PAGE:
Metro amid ‘severe outbreak;’ daily PH count hits new peak | Inquirer News

Metro amid ‘severe outbreak;’ daily PH count hits new peak

ALMOST HOME Seafarers who recently returned from abroad but had to undergo quarantine are released from the COVID-19 field hospital at Quirino Grandstand, Manila, on Thursday. This group is just waiting for the bus bringing them closer to home. —RICHARD A. REYES

The Department of Health (DOH) on Thursday reported 34,021 COVID-19 cases, the highest single-day tally of infections since the onset of the pandemic two years ago.

This broke the previous highest daily case count of 33,169 reported on Monday.


The DOH case bulletin said about half or 16,793 cases were from Metro Manila, followed by Calabarzon (Cavite, Laguna, Batangas, Rizal and Quezon) with 7,131 cases (21 percent) and Central Luzon with 3,745 (11 percent).

Independent pandemic monitor OCTA Research said the National Capital Region (NCR) continued to be in a “severe outbreak” as its COVID-19 average daily attack rate (Adar) climbed above 110.


“In the NCR it is 111.8 new cases per day per 100,000 people. An acceptable attack rate is below 10,” OCTA Research fellow Guido David said in a post on Twitter.

“We will likely see 40,000 new cases soon. But the Omicron wave will take some time because as the NCR reaches its peak, waves are accelerating in other parts of the country (Visayas and Mindanao),” David added.

OCTA Research noted that the cities of Baguio, Angeles and Santiago were on a “mature stage” of the outbreak, recording Adars of 39.48, 26.65 and 25.23, respectively.

The group also reported that other highly urbanized cities such as Naga, Dagupan, Lucena, Olongapo, Iloilo and Lapu-Lapu were on an “accelerating stage” of the Omicron outbreak, while the cities of Cagayan de Oro, Cebu and Davao remained at an early stage of the outbreak.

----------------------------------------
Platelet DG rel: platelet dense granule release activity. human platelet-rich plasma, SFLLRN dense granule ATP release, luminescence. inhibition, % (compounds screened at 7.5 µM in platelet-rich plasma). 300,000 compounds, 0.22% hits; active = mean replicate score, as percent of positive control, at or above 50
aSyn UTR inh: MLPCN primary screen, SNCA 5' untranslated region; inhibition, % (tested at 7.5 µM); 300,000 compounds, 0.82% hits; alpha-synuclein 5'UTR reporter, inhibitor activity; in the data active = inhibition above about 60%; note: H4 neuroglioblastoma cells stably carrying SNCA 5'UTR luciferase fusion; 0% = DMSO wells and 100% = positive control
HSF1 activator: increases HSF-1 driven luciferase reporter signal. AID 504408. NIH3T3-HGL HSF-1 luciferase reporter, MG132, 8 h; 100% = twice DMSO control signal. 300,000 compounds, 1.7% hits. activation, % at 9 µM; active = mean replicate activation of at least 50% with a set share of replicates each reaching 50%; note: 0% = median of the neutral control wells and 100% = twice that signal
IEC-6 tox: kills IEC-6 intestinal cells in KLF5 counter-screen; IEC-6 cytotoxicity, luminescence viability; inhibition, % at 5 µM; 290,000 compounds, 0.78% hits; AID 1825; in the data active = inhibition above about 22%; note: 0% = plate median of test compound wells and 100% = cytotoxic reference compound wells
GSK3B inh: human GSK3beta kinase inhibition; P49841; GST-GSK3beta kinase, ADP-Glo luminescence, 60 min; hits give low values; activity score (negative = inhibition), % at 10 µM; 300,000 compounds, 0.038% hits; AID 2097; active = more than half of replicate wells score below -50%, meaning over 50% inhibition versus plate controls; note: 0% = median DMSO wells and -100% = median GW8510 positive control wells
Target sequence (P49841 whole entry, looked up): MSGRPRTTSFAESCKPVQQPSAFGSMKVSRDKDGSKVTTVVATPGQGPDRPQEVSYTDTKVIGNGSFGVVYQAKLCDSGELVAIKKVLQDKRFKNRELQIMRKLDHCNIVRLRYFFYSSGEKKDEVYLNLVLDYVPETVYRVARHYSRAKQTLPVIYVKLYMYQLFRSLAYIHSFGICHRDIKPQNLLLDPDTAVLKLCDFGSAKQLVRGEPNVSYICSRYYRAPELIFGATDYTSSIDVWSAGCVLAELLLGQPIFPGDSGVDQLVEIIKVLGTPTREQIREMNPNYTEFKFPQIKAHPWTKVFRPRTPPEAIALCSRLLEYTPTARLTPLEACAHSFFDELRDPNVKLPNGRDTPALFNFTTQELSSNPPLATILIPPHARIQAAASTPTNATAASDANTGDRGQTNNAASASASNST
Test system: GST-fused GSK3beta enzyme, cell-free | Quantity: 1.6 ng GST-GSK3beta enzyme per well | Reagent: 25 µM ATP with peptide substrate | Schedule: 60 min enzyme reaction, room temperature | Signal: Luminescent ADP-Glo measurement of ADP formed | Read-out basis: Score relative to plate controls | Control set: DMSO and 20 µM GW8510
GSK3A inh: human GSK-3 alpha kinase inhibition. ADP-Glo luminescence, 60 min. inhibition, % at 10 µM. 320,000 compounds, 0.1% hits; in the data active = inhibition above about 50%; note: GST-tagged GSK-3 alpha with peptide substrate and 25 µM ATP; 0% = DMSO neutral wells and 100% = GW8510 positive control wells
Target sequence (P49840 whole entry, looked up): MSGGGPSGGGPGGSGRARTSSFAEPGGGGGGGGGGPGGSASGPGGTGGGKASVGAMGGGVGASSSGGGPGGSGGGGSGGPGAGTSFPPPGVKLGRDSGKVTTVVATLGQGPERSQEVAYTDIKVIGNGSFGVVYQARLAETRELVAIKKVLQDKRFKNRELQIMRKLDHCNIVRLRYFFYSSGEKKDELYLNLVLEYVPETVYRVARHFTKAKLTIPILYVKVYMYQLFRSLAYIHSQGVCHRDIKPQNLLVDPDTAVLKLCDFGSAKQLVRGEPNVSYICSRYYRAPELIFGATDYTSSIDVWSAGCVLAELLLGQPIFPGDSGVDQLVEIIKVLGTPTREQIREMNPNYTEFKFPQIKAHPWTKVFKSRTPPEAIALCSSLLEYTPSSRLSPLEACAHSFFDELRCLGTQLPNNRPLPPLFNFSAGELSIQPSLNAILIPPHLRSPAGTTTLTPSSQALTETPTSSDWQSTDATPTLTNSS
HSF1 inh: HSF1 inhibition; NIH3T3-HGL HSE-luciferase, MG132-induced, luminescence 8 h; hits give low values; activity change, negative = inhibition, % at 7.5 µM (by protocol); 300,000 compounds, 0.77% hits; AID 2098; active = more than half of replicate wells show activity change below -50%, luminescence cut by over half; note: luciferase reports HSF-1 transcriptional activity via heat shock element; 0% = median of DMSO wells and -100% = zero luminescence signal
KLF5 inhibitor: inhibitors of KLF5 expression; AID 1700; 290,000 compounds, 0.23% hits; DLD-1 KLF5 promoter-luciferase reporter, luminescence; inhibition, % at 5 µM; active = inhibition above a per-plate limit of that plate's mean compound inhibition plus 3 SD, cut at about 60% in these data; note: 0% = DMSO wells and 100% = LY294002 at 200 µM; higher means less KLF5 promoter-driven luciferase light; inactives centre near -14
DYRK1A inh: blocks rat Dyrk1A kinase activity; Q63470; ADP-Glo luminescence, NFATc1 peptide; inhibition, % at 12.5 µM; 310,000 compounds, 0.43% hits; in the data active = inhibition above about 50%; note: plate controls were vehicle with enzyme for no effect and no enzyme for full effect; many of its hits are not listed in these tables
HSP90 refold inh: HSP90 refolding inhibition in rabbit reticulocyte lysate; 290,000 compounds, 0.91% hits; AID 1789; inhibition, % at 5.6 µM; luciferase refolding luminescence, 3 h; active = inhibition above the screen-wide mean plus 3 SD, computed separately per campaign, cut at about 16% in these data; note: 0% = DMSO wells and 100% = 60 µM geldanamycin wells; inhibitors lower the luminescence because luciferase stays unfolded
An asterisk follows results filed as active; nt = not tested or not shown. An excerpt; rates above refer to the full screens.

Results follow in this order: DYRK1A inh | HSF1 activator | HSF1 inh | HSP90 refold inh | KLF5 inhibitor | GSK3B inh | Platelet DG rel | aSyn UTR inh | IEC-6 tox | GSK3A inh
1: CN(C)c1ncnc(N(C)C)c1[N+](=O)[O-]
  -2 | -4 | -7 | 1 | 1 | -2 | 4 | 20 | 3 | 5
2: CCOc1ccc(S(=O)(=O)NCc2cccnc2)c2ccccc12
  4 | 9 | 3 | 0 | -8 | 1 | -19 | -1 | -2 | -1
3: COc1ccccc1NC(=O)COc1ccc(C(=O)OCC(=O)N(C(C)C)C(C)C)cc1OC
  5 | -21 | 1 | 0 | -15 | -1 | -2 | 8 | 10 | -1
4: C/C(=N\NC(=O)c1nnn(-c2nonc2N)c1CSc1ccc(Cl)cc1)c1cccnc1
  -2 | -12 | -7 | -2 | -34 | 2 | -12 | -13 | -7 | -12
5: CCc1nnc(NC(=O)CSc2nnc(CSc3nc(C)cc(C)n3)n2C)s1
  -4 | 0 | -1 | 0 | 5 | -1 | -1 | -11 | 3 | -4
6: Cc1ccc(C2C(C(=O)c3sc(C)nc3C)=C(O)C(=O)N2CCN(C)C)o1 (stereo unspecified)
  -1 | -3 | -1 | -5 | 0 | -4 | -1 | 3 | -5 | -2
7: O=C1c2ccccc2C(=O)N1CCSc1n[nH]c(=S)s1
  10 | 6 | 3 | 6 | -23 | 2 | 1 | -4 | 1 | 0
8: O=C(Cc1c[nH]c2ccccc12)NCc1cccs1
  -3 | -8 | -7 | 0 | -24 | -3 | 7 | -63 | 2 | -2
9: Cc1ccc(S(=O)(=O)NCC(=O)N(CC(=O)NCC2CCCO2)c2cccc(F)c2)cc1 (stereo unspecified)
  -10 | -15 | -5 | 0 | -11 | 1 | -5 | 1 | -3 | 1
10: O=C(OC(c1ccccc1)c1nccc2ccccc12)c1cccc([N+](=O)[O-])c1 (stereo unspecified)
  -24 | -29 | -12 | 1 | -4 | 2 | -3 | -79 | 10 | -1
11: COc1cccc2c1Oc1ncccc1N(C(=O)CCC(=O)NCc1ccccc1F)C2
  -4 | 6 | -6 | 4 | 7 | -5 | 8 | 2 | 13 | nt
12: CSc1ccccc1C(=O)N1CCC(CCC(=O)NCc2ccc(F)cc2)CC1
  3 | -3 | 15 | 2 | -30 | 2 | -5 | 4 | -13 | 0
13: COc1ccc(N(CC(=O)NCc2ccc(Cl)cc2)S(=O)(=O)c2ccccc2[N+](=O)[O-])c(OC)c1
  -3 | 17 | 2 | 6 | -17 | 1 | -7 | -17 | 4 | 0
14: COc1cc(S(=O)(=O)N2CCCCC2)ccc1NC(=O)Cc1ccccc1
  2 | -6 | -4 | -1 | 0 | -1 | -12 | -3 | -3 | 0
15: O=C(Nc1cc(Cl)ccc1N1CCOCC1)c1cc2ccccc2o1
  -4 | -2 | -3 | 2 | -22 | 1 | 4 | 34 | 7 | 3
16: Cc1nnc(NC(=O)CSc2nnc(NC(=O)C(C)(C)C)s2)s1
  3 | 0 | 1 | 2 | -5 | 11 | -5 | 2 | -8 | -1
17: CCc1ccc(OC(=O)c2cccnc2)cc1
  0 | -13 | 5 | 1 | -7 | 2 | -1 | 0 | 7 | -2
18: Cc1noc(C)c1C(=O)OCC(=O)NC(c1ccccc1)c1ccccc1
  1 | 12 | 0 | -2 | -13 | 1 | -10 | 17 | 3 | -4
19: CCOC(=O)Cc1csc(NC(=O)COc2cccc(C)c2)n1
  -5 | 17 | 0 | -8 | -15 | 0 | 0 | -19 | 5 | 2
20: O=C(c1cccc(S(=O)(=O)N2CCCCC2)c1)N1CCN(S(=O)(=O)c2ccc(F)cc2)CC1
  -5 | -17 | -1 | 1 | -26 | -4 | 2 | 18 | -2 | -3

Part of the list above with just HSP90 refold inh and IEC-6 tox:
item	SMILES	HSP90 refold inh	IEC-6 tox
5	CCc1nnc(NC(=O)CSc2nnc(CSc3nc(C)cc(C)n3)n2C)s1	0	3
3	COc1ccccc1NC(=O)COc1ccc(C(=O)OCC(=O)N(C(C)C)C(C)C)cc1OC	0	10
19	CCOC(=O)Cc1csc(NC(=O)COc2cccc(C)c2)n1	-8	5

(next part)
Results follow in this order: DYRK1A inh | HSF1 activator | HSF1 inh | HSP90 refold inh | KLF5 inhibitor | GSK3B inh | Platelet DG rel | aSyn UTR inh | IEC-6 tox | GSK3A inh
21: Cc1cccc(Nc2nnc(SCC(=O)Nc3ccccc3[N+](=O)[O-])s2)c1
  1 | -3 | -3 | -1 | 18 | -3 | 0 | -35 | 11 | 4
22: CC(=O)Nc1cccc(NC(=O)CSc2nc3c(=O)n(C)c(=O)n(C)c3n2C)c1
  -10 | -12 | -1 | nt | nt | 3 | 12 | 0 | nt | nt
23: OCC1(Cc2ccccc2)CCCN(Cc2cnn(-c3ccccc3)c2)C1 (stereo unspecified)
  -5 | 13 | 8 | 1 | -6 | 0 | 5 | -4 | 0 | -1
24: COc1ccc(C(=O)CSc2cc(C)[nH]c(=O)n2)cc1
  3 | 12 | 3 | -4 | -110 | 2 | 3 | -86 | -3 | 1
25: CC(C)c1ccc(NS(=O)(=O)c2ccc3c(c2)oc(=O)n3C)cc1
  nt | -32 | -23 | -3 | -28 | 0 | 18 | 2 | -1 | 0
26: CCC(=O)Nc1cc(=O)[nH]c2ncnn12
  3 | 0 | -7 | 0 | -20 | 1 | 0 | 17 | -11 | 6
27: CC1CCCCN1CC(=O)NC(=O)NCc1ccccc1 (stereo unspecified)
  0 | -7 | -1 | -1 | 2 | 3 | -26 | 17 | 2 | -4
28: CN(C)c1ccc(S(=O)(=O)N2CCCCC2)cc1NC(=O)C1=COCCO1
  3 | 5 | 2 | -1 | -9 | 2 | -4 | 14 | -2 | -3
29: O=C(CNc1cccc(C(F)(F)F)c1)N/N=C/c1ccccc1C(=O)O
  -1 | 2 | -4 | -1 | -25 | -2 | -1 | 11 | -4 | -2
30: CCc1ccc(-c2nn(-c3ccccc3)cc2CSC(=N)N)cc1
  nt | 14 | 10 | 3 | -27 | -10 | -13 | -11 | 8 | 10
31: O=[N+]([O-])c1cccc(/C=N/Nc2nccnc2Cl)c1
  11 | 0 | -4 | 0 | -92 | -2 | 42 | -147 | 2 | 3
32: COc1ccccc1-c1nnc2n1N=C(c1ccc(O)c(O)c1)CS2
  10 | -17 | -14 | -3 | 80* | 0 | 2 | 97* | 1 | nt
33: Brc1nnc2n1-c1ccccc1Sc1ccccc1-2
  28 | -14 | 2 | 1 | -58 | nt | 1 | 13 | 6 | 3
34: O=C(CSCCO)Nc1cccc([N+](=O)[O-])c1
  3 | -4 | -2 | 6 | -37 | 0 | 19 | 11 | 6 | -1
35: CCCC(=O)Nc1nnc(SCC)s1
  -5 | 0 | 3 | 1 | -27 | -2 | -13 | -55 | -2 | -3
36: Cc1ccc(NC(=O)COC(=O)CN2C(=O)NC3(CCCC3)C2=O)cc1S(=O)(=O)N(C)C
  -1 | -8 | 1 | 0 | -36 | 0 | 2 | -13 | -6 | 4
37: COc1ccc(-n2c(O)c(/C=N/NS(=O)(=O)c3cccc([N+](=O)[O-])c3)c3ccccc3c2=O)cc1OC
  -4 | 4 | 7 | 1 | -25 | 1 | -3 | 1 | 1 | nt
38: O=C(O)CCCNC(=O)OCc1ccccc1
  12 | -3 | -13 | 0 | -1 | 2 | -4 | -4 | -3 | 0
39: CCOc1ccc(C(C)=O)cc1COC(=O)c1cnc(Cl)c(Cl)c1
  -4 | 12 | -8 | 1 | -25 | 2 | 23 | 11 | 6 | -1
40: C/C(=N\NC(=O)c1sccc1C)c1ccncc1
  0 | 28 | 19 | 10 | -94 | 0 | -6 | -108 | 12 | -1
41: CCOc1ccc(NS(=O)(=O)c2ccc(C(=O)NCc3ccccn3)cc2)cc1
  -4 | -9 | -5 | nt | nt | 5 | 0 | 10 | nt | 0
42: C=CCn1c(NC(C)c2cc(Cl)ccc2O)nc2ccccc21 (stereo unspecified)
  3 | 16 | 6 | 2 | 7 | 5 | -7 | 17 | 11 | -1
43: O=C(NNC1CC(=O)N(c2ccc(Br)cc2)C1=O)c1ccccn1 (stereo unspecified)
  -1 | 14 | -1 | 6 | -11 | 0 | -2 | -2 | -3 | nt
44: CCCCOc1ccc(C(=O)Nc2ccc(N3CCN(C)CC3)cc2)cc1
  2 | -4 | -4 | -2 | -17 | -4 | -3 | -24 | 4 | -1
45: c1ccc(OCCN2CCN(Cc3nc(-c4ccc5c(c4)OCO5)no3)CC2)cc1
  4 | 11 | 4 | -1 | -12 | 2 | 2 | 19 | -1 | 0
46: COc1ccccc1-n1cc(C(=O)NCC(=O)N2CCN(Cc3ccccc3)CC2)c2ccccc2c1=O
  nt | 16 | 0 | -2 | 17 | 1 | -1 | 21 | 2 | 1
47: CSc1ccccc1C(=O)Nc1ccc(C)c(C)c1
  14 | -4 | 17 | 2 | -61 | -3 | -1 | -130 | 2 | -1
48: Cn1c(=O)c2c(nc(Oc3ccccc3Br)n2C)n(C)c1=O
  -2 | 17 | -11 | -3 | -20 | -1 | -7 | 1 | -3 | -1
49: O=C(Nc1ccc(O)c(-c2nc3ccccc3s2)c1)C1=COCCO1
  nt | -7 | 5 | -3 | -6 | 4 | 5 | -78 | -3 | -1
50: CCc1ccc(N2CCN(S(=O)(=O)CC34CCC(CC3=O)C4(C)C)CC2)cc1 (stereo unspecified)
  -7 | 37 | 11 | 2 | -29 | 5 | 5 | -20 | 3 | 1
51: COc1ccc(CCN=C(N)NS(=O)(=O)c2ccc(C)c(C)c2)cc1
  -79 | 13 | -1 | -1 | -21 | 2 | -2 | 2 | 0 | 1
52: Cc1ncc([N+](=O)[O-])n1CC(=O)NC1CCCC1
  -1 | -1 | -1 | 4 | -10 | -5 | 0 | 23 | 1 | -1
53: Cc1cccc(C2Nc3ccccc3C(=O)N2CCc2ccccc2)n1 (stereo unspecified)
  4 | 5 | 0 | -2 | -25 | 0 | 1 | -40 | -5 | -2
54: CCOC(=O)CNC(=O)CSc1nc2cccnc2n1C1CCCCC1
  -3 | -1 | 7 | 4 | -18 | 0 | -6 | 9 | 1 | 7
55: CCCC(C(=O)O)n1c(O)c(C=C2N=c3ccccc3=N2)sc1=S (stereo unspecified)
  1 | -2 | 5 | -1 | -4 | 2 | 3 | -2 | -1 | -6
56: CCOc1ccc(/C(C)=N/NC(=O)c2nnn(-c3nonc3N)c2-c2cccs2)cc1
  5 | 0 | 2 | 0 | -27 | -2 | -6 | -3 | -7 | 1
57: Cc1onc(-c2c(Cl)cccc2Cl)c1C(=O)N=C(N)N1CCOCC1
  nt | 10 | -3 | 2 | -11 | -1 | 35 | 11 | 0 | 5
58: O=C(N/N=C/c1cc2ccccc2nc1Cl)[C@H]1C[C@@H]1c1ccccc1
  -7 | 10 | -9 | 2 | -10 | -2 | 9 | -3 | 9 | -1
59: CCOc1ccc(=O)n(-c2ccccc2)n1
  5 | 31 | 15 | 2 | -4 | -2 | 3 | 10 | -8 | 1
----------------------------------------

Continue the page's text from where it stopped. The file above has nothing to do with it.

The DOH reported that the positivity rate on Thursday was 47.9 percent, nearly 10 times the World Health Organization’s benchmark of below 5 percent to indicate that coronavirus transmission is under control.

The positivity rate was based on 78,866 people tested on Tuesday.

The country’s total caseload since the pandemic started was now 3,092,409.


The DOH also reported 4,694 recoveries, which brought the total number of survivors to 2,802,286. There were 82 more fatalities, pushing the death toll to 52,736.

There were seven laboratories that did not submit data to the COVID-19 Document Repository System, according to the DOH.

System still capable

The country’s treatment czar on Tuesday also expressed confidence that Metro Manila’s health-care system could accommodate those needing hospitalization amid the ongoing COVID-19 surge suspected to be driven by the Omicron variant.

Speaking at the televised Laging Handa public briefing, Health Undersecretary Leopoldo Vega, citing statistics, said the case counts and hospital utilization this January continued to have “different trajectories.”

Vega, who also heads the One Hospital Command Center, said that during the Delta variant-driven surge in September last year, the rise in the number of cases came side by side with higher hospital and intensive care unit usage.

This, he said, has not happened this month despite daily cases reaching up to 33,000.

“We can see that the hospitalization rate is on the low-risk category for the whole country and here in Metro Manila, it’s on the borderline between low risk and moderate risk. That is why it’s very manageable this time and it’s really different compared with the last wave that we saw with the Delta variant,” he said.

Vega admitted that while the health-care utilization rate was low risk on the average in Metro Manila, there were cities such as San Juan, Taguig, Marikina and Quezon City that could be categorized as high risk.

However, Vega said the One Hospital Command Center was coordinating with hospitals that were already filling up to transfer some of their patients to other facilities with fewer admitted cases.

Other hospitals are also adopting temporary measures to increase the number of beds for COVID-19 patients by closing some departments and suspending special services and elective surgeries.

Vega said another way to control the spread of the disease was to add more or reopen temporary treatment and monitoring facilities where those with mild and moderate symptoms or asymptomatic could stay.

Asked if there was a need to escalate Metro Manila’s alert level, Vega said he believed current restrictions under the alert level 3 were already working.

For more news about the novel coronavirus click here.
What you need to know about Coronavirus.
For more information on COVID-19, call the DOH Hotline: (02) 86517800 local 1149/1150.

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